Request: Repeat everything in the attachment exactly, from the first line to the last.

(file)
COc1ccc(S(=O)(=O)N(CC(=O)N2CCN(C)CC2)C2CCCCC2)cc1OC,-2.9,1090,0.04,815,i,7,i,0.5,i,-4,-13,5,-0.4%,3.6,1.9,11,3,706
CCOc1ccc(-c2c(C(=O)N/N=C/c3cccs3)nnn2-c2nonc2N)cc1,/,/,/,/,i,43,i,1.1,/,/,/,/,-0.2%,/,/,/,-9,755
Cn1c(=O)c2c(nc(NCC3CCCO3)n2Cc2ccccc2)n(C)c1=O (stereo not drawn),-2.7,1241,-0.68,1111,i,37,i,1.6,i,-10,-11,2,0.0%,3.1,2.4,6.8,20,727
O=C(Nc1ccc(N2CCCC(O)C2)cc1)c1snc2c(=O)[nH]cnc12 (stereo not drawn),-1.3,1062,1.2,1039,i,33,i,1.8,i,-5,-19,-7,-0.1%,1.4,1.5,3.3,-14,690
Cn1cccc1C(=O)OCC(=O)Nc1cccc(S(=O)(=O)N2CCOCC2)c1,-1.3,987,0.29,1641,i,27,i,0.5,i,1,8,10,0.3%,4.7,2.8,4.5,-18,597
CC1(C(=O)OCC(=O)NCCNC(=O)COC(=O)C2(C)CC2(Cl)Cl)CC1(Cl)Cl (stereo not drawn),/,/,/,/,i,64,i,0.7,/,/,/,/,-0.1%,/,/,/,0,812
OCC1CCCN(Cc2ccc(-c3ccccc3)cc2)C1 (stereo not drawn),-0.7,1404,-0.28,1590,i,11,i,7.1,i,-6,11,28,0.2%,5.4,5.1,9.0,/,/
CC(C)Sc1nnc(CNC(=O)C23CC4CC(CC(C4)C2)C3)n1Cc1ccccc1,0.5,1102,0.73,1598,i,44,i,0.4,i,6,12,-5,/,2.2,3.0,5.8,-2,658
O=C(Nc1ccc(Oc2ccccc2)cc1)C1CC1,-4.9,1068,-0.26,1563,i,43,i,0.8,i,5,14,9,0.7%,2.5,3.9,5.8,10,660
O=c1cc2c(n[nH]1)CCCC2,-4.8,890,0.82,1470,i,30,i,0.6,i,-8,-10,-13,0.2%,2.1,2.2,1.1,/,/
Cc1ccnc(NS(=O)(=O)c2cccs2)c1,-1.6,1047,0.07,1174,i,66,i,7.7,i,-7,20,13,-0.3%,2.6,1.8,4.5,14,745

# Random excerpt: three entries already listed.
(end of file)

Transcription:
COc1ccc(S(=O)(=O)N(CC(=O)N2CCN(C)CC2)C2CCCCC2)cc1OC,-2.9,1090,0.04,815,i,7,i,0.5,i,-4,-13,5,-0.4%,3.6,1.9,11,3,706
CCOc1ccc(-c2c(C(=O)N/N=C/c3cccs3)nnn2-c2nonc2N)cc1,/,/,/,/,i,43,i,1.1,/,/,/,/,-0.2%,/,/,/,-9,755
Cn1c(=O)c2c(nc(NCC3CCCO3)n2Cc2ccccc2)n(C)c1=O (stereo not drawn),-2.7,1241,-0.68,1111,i,37,i,1.6,i,-10,-11,2,0.0%,3.1,2.4,6.8,20,727
O=C(Nc1ccc(N2CCCC(O)C2)cc1)c1snc2c(=O)[nH]cnc12 (stereo not drawn),-1.3,1062,1.2,1039,i,33,i,1.8,i,-5,-19,-7,-0.1%,1.4,1.5,3.3,-14,690
Cn1cccc1C(=O)OCC(=O)Nc1cccc(S(=O)(=O)N2CCOCC2)c1,-1.3,987,0.29,1641,i,27,i,0.5,i,1,8,10,0.3%,4.7,2.8,4.5,-18,597
CC1(C(=O)OCC(=O)NCCNC(=O)COC(=O)C2(C)CC2(Cl)Cl)CC1(Cl)Cl (stereo not drawn),/,/,/,/,i,64,i,0.7,/,/,/,/,-0.1%,/,/,/,0,812
OCC1CCCN(Cc2ccc(-c3ccccc3)cc2)C1 (stereo not drawn),-0.7,1404,-0.28,1590,i,11,i,7.1,i,-6,11,28,0.2%,5.4,5.1,9.0,/,/
CC(C)Sc1nnc(CNC(=O)C23CC4CC(CC(C4)C2)C3)n1Cc1ccccc1,0.5,1102,0.73,1598,i,44,i,0.4,i,6,12,-5,/,2.2,3.0,5.8,-2,658
O=C(Nc1ccc(Oc2ccccc2)cc1)C1CC1,-4.9,1068,-0.26,1563,i,43,i,0.8,i,5,14,9,0.7%,2.5,3.9,5.8,10,660
O=c1cc2c(n[nH]1)CCCC2,-4.8,890,0.82,1470,i,30,i,0.6,i,-8,-10,-13,0.2%,2.1,2.2,1.1,/,/
Cc1ccnc(NS(=O)(=O)c2cccs2)c1,-1.6,1047,0.07,1174,i,66,i,7.7,i,-7,20,13,-0.3%,2.6,1.8,4.5,14,745

# Random excerpt: three entries already listed.